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updated 2:54 PM CDT, Jul 28, 2018

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How new state cancer-research fund came about in the 2015 Legislature

 

The tale of how Sen. Andy Hill, a near-miraculous survivor of lung cancer and the powerful Republican overseer of writing the Senate's budget, helped guide funding to create a new state cancer-research fund might have been the story of a legislator's personal cause and vision brought to reality.

Instead, what has begun to emerge is a tale of more typical legislative ineptitude, because most observers aren't really sure what the Hill-guided budget inclusion of a Cancer Research Endowment Fund brought about or why it was carried out with the intrigue and confrontational politics that occurred.

One certainty is that Hill was a key architect of a Republican conviction that funding needed to end for the decade-old Life Science Discovery Fund, which provided grants to an array of emerging life science and biopharma companies and some viewed as a logical administrator of a new cancer-research fund.

So in the end the Legislature's 2015 final budget compromise killed funding for LSDF but did not put the organization itself out of business.

Meanwhile, the legislation creating the new cancer fund, referred to as CARE, was approved with a $5 million matching grant this year and a $10 million matching grant next fiscal year and thereafter to fund cancer research in this state. Maybe.

But before any of the grants can be made, there must first be "proof of non-state match," meaning there is no certainty that any of those state dollars will actually be spent without the emergence of entities seeking to match the grants.

For reasons many outside of the political arena couldn't quite understand, Republicans, with Hill as a leader of the viewpoint, didn't like the concept of funding startups while Democrats were strong supporters of LSDF and the potential jobs grant-recipient companies might create.

But Hill apparently, on more than one occasion, suggested that the administrative structure and staff of LSDF, including its well-regarded Executive Director John DesRosier, could become the overseeing entity for the new cancer-research fund. So perhaps Hill will explore that possibility.

Someone might have explained to Hill, a former Microsoft manager, that cancer research is a life science discovery activity and that rather than forcing the elimination of LSDF's funding in a bitter and controversial battle with Democrats who supported LSDF, he could have forced cancer research to be its new focus.

In fact, a proposed initiative, backed by organizations like the Fred Hutchinson Cancer Research Center, that failed to gain enough signatures to make the ballot last year would have created a large pool of dollars, funded by tobacco-tax increases, a fund that would have been administrated by LSDF as an added responsibility.

And Rep. Ross Hunter, the Democrat who chairs the House Ways and Means Committee and also a cancer survivor, had led an effort in the 2015 session on behalf of a bill with a similar goal of establishing a cancer-research fund with dollars from an increase in the tobacco tax, but the bill never got through the committee challenges.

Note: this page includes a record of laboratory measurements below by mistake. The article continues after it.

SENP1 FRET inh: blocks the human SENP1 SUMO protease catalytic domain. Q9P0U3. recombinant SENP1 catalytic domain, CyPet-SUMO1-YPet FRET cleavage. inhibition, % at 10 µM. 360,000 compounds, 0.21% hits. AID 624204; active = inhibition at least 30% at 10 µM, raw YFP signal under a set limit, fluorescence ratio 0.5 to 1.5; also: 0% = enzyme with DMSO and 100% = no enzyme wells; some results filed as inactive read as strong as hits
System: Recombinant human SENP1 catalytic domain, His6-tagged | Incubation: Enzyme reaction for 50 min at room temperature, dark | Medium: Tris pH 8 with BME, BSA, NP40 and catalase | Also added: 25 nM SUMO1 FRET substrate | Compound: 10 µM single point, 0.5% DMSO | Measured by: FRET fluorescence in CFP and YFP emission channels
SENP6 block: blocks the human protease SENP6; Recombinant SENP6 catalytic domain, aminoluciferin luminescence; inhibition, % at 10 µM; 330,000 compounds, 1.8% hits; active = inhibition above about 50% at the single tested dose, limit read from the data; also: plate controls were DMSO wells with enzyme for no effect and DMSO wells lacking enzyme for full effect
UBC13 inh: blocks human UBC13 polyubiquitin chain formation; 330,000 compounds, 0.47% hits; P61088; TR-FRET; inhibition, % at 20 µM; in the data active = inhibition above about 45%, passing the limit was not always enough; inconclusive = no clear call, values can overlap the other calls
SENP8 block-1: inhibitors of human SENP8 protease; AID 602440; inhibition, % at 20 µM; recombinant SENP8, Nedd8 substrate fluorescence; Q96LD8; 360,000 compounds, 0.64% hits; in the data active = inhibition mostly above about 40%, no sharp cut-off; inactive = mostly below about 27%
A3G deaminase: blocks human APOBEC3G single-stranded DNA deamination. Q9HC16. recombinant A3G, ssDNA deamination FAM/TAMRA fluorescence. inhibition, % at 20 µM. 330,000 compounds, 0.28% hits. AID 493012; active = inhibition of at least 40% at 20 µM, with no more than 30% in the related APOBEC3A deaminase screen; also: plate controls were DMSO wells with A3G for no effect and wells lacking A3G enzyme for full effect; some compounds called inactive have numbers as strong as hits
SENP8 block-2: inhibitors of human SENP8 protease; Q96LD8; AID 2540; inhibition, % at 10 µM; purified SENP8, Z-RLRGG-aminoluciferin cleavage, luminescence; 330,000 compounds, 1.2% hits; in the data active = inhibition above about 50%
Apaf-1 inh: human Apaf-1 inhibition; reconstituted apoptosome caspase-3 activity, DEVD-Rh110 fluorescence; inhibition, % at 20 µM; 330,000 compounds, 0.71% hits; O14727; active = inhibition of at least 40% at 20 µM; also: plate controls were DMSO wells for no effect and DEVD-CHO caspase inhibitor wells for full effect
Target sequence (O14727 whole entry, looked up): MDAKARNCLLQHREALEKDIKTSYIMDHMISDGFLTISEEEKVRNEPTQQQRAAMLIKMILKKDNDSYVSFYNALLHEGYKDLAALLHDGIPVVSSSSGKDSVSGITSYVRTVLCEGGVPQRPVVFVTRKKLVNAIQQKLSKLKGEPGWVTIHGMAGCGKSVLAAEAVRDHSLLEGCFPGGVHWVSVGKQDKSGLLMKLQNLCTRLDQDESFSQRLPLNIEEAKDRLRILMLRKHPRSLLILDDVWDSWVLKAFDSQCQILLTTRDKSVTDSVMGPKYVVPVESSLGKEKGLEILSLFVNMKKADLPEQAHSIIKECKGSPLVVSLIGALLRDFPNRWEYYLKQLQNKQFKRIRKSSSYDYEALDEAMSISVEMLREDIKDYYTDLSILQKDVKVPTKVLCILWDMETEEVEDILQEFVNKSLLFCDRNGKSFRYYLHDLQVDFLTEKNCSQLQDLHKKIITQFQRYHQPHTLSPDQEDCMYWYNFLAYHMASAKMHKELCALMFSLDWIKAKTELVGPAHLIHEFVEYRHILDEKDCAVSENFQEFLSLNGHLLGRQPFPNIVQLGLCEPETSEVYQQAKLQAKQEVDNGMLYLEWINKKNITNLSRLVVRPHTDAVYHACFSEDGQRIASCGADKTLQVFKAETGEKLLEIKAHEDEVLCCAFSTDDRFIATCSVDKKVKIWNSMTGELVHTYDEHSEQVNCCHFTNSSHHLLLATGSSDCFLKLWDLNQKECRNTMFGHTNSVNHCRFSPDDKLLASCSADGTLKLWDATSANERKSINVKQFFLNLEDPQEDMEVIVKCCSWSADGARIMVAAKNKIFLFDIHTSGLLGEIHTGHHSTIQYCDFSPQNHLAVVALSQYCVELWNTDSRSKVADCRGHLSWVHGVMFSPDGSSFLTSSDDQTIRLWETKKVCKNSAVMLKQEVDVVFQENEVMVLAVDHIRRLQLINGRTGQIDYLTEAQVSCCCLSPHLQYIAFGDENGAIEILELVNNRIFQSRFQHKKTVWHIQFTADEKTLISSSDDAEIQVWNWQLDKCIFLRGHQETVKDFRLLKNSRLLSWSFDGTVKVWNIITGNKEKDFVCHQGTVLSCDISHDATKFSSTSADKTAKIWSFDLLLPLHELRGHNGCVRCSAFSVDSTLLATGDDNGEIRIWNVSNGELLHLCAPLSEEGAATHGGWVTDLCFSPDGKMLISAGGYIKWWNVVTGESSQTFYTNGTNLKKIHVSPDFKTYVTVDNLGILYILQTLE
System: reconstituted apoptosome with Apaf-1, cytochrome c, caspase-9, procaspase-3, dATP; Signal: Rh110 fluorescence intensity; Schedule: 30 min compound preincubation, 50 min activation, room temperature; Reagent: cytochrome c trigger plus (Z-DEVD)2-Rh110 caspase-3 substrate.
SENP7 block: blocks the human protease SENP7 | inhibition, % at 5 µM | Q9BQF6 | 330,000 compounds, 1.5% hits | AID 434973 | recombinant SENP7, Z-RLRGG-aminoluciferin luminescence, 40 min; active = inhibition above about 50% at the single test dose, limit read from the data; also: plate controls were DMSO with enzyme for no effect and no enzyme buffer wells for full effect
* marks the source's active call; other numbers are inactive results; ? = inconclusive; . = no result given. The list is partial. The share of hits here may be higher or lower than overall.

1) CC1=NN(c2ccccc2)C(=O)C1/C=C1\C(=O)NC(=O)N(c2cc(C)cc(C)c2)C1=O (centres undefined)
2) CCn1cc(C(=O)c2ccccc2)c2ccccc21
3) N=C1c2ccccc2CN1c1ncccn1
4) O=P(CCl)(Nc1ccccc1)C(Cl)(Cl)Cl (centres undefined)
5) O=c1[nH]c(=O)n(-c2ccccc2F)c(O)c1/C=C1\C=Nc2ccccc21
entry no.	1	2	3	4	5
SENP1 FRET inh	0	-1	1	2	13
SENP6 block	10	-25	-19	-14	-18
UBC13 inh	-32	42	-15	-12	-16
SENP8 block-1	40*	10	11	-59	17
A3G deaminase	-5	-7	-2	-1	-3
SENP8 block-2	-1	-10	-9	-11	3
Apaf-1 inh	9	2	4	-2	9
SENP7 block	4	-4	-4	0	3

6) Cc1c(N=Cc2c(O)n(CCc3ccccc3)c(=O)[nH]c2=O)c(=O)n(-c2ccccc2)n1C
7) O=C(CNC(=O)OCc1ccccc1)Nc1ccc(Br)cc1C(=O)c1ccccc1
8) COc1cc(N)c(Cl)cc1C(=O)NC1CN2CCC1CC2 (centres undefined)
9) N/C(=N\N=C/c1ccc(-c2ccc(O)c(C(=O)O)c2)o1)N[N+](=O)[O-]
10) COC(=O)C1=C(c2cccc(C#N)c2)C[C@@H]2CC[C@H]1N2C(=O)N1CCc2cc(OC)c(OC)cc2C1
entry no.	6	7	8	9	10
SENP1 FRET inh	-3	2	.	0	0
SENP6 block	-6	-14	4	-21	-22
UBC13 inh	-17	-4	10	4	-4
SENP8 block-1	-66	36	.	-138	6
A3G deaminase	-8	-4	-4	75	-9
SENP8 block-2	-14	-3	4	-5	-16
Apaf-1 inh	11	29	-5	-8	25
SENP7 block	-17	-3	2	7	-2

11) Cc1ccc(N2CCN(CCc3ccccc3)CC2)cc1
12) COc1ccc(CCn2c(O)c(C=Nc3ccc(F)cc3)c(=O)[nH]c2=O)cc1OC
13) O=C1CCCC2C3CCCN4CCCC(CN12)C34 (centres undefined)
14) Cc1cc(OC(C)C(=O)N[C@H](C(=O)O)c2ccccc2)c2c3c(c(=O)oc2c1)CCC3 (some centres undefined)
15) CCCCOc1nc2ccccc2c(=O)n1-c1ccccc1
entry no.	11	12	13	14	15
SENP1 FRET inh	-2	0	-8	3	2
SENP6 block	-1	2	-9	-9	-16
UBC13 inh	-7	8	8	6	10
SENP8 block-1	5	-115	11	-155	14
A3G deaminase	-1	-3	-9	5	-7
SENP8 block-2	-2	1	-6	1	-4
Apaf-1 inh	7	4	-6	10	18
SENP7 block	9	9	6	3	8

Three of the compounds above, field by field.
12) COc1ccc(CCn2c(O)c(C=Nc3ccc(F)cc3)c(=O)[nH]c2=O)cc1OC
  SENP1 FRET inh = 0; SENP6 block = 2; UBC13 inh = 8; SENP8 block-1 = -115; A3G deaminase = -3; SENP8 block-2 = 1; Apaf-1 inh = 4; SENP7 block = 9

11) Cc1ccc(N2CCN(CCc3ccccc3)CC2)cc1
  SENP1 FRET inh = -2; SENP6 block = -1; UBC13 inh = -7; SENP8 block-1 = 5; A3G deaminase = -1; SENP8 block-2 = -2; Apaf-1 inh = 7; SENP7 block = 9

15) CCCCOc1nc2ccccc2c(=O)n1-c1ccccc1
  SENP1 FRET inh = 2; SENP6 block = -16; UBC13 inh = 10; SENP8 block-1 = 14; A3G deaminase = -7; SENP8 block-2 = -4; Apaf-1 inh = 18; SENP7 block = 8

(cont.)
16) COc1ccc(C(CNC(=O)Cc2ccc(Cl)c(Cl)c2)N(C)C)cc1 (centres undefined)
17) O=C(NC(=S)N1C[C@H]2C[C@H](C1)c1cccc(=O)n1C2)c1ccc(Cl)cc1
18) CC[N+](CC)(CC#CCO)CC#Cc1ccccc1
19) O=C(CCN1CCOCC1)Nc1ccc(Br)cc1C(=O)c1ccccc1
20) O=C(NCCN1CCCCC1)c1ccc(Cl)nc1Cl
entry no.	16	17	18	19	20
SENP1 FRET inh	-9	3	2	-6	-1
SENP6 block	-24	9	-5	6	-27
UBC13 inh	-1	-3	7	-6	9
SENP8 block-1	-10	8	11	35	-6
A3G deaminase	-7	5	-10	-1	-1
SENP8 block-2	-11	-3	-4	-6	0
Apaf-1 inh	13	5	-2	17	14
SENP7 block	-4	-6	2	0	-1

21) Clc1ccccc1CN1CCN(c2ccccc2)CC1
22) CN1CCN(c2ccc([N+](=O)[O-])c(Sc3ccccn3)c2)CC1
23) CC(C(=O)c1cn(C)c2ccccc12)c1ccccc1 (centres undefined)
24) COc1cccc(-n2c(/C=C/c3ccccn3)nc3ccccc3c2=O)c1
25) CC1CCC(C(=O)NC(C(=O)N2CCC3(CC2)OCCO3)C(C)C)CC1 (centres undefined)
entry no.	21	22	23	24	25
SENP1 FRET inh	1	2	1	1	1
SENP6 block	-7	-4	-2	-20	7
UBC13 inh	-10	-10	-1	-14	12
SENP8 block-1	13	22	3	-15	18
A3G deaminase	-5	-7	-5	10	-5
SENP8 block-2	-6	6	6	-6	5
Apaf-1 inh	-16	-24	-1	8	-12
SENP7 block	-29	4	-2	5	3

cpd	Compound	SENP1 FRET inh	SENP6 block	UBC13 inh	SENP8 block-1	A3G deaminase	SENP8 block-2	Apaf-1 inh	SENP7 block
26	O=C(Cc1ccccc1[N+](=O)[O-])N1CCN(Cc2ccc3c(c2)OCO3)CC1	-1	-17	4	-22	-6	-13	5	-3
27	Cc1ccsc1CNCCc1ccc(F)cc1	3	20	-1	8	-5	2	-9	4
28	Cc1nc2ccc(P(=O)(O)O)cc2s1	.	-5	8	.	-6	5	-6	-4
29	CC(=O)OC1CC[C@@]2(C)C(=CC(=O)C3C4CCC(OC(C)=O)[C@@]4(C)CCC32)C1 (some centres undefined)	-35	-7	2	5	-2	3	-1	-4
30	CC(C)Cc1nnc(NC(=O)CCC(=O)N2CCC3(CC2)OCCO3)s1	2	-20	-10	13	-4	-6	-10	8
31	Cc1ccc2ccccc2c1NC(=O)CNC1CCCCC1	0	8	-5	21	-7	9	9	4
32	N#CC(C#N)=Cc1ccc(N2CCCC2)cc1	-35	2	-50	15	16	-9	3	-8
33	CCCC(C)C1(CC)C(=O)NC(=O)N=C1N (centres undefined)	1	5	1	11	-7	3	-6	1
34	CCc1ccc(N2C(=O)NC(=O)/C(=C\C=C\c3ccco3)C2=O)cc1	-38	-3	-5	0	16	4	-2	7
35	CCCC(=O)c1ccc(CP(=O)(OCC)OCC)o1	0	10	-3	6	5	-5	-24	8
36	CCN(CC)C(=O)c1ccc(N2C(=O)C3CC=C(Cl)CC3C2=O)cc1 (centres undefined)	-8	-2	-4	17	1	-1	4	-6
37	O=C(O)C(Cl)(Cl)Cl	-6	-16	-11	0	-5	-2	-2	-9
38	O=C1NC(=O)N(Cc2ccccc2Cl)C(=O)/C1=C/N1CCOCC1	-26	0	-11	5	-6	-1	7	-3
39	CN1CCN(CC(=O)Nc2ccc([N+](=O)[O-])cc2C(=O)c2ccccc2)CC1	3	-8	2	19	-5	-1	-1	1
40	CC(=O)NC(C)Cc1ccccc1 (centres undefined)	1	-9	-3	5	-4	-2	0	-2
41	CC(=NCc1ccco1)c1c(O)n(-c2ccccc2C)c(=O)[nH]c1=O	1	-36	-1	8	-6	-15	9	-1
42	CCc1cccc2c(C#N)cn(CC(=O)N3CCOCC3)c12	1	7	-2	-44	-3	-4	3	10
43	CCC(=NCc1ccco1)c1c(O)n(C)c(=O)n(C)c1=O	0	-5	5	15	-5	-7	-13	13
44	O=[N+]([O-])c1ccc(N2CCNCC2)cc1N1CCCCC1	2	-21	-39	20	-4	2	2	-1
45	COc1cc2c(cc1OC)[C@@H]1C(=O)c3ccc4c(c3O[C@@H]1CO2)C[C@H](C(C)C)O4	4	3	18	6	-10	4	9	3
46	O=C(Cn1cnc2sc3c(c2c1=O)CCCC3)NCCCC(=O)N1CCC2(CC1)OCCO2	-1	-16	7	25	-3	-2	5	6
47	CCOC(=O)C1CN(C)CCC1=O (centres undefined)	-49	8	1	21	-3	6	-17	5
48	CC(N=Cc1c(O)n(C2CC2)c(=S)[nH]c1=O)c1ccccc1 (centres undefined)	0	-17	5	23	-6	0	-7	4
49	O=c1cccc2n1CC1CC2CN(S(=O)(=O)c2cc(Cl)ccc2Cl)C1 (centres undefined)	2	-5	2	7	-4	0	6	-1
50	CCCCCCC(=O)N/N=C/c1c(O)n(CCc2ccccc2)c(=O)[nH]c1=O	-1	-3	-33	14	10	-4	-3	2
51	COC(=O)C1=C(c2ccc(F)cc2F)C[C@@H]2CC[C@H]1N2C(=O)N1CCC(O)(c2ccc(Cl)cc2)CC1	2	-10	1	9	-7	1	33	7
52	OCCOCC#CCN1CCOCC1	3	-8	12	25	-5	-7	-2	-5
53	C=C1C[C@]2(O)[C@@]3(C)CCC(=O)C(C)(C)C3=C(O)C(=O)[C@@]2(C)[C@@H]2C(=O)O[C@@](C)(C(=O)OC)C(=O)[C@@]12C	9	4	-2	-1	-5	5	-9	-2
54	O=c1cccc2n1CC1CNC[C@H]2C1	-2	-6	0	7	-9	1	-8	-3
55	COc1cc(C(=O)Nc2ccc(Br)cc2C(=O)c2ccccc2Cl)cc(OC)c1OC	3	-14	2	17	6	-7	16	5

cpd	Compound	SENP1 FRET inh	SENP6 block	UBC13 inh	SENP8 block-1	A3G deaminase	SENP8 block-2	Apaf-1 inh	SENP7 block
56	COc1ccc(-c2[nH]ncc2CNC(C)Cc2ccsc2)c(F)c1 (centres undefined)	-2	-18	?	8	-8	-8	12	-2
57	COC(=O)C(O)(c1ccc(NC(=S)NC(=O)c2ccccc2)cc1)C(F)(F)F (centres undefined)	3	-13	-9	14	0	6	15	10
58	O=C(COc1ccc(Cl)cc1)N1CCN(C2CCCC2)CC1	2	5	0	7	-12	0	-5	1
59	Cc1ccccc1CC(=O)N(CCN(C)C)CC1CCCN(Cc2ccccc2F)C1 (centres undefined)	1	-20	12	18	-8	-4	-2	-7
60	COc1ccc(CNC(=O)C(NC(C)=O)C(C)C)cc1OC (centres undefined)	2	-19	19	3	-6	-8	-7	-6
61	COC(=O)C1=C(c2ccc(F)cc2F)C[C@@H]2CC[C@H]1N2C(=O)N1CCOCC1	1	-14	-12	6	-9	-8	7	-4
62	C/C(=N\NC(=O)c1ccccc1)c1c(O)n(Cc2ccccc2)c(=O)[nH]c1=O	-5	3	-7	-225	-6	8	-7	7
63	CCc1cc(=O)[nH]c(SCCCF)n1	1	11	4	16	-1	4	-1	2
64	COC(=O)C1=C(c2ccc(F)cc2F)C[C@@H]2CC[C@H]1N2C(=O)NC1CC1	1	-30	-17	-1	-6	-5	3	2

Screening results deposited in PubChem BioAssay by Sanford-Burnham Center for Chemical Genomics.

Hill's 2009 conquest of stage 3 lung cancer, including a pronouncement at one point that it was terminal before his treatment with a new targeted therapy left him cancer free in a matter of weeks, is a remarkable story that would have made his support for a meaningful step to fund cancer research laudable and a cause for broad support.

Hill made it clear that one of the reasons he ran for office in the fall of 2010 was to "advocate for continued scientific research and development of life saving and life altering therapies."

In the end the relatively small amount that the CARE fund provides isn't in the same ball game that commitments like the $200 million lawmakers in neighboring Oregon approved to support a $1 billion public-private effort to bring the nation's top cancer researchers to Oregon.

And Oregon is only one of the states that have made such major commitments to cancer research.

One of my friends long involved in watching legislative machinations offered an analysis of what occurred: "You kill LSDF which uses OPM (other people's money, i.e., the tobacco settlement), and then appropriate precious few taxpayer dollars and create a new entity to do close to the same thing LSDF does, or did. 

"Why not have kept LSDF and directed that $5 million or $10 million of its existing funds be focused on cancer research specifically?" 

The kind of money the Legislature approved is a relative pin prick being thrown at cancer research at random, to be run by an entity that doesn't even exist yet, but will require some overhead to become operational.

What the Legislature created may have been the only potential state expenditure that could have gotten through a group of lawmakers whose Republican members were adamant about not spending anything that would mean new taxes, and that would presumably include funding cancer research.

Thus what Hill was able to get support for winds up as a pale shadow of the potential $1 billion that Initiative 1356, which failed to gain the signatures needed to make the 2014 ballot, would have raised for cancer research through a dramatic increase in the tax on cigarettes and other tobacco products, as well as marijuana.

If what really is only a gesture toward cancer research by the state at this point proves successful by any measure, it's possible that future legislative sessions may find the courage to step up to greater commitment in legislative support for the world-class cancer research and care that has developed in this state.
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